The campaign by the joint 15,000-strong NATO and Afghan forces, which began Feb. 13, is designed to drive the Taliban from stronghold towns like Marja and Nad Ali and re-establish Afghan governance there.
With the military phase winding down in Marja, U.S. and Afghan officials told The Washington Post the tougher challenge is helping to set up a credible civilian government.
The Marja region offensive was led by the U.S. marines, and the Nad Ali region by British troops.
McChrystal, the top U.S. and NATO commander in Afghanistan, visited Marja Monday along with Afghan second Vice President Karim Khalili, and other senior officials.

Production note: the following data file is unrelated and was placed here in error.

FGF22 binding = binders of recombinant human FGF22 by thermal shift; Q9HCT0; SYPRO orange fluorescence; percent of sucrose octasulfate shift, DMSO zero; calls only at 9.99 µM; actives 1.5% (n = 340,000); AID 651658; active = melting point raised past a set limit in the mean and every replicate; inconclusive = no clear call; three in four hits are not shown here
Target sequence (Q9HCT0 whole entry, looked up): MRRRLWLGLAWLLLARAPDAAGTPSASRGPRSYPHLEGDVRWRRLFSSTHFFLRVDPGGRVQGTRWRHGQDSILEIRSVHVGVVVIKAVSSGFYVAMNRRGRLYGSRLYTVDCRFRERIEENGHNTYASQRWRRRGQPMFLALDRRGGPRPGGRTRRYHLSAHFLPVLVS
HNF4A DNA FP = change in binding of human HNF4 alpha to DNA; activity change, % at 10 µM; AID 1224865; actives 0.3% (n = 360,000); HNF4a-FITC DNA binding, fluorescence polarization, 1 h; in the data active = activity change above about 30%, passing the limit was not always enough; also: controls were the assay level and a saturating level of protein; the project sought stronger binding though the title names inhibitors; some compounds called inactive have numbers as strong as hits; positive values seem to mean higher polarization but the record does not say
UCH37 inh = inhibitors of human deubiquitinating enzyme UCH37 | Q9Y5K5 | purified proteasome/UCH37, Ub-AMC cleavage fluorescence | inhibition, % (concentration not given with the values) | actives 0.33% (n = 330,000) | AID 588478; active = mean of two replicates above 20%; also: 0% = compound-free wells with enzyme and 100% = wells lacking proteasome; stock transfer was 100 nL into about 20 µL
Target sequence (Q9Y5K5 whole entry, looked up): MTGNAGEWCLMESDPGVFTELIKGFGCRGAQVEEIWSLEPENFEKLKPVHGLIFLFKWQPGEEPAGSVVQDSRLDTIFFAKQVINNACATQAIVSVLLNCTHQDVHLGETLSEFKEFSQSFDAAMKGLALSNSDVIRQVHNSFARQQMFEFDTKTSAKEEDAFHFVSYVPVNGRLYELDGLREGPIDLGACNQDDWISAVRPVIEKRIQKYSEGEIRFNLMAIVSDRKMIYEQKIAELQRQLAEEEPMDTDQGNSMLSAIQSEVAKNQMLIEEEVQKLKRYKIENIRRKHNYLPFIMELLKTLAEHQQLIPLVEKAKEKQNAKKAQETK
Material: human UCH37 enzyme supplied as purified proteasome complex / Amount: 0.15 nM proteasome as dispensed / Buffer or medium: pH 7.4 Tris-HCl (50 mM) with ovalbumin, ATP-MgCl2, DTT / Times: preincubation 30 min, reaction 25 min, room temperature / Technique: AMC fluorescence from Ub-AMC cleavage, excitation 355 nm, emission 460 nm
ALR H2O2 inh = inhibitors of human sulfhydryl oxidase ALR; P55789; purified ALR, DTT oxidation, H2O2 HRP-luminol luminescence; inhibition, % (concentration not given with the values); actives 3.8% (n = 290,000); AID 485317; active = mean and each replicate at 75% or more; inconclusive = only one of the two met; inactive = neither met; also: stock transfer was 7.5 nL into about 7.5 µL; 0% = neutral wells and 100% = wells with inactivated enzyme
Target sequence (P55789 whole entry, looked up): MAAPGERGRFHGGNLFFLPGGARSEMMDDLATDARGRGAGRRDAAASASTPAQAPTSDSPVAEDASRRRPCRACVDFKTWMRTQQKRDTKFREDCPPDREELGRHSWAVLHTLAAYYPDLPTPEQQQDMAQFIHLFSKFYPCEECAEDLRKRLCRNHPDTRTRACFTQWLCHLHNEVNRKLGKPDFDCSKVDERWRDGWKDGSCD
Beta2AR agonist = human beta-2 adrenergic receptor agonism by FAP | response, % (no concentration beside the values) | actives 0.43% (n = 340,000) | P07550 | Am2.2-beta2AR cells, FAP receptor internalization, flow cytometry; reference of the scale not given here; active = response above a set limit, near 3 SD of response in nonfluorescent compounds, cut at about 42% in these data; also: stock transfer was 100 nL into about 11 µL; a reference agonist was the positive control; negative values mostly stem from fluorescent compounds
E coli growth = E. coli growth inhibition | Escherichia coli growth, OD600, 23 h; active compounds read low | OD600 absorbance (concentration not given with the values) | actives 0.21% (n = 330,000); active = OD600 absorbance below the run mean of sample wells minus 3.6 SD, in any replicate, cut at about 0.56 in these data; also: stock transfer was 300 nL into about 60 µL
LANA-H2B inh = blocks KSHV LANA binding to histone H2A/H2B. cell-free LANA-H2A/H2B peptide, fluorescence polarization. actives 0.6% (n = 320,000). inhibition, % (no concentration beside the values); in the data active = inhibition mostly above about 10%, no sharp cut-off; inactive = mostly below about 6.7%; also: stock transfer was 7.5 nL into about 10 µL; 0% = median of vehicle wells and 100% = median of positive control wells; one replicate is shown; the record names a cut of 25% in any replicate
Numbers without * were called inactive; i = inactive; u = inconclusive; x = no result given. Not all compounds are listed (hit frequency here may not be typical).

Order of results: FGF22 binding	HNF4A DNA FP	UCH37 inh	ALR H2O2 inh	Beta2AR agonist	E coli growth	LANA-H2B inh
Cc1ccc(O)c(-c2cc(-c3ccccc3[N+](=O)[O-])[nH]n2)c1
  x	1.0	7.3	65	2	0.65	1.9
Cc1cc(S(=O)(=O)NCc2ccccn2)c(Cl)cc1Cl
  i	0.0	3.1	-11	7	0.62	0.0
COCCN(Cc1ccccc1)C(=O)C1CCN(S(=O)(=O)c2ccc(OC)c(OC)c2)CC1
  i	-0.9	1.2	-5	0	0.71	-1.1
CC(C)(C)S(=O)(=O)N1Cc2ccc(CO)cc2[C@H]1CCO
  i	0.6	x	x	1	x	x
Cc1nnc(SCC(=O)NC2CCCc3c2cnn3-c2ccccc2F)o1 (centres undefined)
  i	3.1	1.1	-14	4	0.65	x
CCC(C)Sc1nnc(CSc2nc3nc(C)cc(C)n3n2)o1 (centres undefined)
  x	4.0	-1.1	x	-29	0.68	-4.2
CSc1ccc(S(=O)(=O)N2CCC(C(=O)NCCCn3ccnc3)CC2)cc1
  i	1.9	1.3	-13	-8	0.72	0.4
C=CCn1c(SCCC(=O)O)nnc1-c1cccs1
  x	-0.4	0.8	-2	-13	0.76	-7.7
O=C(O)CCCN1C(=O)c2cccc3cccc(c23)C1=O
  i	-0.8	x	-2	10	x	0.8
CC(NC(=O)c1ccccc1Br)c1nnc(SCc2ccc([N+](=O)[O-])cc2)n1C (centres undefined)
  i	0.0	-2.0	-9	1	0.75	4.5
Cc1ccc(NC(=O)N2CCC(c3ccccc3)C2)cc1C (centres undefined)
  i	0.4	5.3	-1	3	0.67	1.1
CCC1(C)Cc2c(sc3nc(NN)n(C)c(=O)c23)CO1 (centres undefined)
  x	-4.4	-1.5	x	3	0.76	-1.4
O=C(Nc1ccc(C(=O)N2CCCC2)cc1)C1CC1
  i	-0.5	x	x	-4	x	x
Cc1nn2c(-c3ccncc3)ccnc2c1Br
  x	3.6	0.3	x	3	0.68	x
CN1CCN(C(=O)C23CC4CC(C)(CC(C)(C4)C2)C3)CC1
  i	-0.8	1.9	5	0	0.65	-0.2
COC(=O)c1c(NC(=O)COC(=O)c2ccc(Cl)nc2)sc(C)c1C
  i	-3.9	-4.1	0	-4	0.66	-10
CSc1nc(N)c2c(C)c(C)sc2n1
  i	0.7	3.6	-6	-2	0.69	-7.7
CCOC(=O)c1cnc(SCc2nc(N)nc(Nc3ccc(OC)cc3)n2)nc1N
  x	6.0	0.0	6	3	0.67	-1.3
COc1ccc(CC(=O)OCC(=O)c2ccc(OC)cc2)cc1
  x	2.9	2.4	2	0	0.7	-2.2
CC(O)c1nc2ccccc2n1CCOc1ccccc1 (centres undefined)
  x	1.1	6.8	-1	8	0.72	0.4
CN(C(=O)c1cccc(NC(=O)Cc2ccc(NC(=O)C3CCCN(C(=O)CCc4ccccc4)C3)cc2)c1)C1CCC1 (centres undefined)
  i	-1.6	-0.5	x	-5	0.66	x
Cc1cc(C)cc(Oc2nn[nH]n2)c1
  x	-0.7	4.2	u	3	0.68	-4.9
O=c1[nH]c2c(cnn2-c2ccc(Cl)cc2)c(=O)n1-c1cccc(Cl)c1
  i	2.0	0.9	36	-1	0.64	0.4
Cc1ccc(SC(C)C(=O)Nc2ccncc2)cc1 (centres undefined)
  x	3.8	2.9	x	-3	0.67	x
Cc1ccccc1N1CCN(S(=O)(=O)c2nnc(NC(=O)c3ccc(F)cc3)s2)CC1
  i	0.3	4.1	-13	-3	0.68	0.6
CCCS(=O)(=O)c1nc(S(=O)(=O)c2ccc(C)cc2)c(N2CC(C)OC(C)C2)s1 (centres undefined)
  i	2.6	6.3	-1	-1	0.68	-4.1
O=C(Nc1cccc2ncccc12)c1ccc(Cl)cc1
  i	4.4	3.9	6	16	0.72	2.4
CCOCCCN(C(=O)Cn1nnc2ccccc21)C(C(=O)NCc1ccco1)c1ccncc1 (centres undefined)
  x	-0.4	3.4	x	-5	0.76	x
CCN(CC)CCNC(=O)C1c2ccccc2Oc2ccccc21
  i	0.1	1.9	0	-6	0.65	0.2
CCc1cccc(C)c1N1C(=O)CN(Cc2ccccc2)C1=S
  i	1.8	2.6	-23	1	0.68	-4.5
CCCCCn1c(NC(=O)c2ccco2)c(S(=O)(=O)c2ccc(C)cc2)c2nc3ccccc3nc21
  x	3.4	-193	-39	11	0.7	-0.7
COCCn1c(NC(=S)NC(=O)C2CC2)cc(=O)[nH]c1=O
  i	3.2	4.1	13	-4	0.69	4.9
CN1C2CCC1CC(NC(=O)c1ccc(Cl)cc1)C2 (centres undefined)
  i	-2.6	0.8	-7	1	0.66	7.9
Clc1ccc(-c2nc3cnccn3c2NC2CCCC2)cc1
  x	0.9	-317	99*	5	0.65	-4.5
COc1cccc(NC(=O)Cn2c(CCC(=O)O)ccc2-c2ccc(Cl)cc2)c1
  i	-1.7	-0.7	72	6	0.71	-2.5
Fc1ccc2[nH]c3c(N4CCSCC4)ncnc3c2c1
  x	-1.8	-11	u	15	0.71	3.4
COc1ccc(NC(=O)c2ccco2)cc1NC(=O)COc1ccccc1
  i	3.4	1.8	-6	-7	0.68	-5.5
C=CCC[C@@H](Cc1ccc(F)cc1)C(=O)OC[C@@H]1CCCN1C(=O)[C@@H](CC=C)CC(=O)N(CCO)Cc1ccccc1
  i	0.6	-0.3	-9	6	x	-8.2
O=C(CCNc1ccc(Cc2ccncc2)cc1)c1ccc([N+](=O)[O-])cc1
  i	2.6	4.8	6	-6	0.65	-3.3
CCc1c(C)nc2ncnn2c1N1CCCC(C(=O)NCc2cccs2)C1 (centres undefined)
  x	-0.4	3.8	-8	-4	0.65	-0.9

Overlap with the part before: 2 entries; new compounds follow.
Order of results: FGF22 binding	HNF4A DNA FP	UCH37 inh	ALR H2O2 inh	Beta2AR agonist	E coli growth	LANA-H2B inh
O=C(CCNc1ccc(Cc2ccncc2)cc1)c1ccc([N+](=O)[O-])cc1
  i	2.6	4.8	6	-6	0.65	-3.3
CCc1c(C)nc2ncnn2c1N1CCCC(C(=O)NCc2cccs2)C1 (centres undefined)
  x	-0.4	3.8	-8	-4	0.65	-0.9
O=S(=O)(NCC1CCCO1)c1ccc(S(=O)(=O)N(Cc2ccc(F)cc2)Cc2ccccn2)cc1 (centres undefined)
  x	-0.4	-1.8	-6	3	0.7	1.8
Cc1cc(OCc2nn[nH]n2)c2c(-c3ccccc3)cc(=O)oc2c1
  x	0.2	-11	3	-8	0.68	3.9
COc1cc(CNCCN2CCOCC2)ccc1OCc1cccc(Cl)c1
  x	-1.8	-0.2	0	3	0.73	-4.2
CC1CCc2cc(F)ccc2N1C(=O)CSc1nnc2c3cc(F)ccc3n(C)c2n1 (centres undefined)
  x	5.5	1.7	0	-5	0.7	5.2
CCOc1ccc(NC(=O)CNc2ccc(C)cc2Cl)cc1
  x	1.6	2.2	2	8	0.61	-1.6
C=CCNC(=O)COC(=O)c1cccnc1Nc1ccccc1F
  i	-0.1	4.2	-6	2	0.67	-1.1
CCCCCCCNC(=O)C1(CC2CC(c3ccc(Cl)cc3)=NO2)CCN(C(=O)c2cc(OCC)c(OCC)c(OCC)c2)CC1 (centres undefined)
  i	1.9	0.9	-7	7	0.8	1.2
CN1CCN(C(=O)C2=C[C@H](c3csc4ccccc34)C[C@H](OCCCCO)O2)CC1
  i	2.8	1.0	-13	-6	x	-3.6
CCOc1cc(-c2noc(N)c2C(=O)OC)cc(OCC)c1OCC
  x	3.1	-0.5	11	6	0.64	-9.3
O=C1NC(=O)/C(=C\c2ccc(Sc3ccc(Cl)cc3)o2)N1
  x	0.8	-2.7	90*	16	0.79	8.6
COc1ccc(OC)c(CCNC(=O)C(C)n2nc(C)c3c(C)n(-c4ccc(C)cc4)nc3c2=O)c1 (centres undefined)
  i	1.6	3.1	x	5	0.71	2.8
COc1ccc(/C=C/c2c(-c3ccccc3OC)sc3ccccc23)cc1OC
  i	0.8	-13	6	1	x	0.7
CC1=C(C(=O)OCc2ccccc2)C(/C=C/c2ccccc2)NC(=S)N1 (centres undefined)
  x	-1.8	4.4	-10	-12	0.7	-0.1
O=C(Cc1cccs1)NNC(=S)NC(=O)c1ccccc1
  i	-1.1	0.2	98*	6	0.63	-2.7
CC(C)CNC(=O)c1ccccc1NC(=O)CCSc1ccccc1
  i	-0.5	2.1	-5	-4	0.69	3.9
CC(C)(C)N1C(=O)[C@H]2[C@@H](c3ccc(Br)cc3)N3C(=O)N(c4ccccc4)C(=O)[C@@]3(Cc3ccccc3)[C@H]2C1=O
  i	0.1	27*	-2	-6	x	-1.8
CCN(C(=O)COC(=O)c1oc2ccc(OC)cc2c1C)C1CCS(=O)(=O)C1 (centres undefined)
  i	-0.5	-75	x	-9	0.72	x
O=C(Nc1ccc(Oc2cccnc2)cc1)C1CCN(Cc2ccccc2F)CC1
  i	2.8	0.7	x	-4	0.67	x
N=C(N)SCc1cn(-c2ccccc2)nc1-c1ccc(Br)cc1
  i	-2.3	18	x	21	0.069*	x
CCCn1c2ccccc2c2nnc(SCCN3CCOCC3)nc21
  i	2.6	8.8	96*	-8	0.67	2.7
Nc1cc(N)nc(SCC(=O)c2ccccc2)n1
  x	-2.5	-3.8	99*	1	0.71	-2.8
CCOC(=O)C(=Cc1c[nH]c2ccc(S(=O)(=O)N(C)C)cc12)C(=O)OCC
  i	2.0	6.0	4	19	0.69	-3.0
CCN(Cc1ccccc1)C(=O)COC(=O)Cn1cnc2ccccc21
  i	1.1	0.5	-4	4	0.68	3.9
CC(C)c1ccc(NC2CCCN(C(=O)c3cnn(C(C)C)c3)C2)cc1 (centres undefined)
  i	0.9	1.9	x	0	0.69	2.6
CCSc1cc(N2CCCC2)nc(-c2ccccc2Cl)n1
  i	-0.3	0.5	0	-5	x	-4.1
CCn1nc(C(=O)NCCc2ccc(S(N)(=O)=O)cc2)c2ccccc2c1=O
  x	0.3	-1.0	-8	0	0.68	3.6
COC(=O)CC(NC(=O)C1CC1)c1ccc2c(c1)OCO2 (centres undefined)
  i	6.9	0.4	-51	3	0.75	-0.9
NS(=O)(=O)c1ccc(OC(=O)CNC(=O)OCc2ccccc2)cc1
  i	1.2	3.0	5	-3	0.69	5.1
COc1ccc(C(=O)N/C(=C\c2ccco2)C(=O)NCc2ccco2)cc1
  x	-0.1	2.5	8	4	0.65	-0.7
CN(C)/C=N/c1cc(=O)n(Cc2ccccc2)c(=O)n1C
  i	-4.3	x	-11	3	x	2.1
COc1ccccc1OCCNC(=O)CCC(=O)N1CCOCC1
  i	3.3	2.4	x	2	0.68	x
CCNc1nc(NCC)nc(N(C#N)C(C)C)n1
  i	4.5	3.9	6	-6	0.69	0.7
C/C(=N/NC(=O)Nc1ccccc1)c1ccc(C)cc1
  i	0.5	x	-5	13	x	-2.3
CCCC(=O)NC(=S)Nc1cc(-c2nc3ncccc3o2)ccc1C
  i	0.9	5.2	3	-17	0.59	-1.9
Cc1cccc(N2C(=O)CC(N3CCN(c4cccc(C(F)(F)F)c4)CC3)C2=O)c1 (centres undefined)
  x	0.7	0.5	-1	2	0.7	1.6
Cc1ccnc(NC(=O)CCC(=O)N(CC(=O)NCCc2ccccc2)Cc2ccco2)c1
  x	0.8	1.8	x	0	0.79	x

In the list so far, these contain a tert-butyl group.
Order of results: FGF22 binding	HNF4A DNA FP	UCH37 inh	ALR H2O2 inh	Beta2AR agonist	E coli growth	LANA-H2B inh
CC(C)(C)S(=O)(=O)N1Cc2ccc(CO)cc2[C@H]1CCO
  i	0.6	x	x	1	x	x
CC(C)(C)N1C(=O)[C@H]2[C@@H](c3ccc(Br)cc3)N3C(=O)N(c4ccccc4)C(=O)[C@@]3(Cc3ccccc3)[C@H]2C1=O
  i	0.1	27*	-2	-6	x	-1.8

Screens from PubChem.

"We're not at the end of the military phase, but we're clearly approaching that," McChrystal said. "The government of Afghanistan is in the position now of having the opportunity, and the requirement, to prove they can establish legitimate governance."
The New York Times quoted Khalili as telling a crowd of about 200 Marja tribal elders the important thing now was to bring peace for all.
"Please talk to your friends, tell them to come to the government," he said. "The government of Afghanistan is beside you. We will make a good administration here for you in Marja."
While the audience didn't show much enthusiasm, the Times reported Khalili's visit showed the government was at least making an effort to reach the people.
"This was the first time in 35 years that the vice president had been in Helmand," said Mark Sedwill, the newly-appointed NATO senior civilian representative.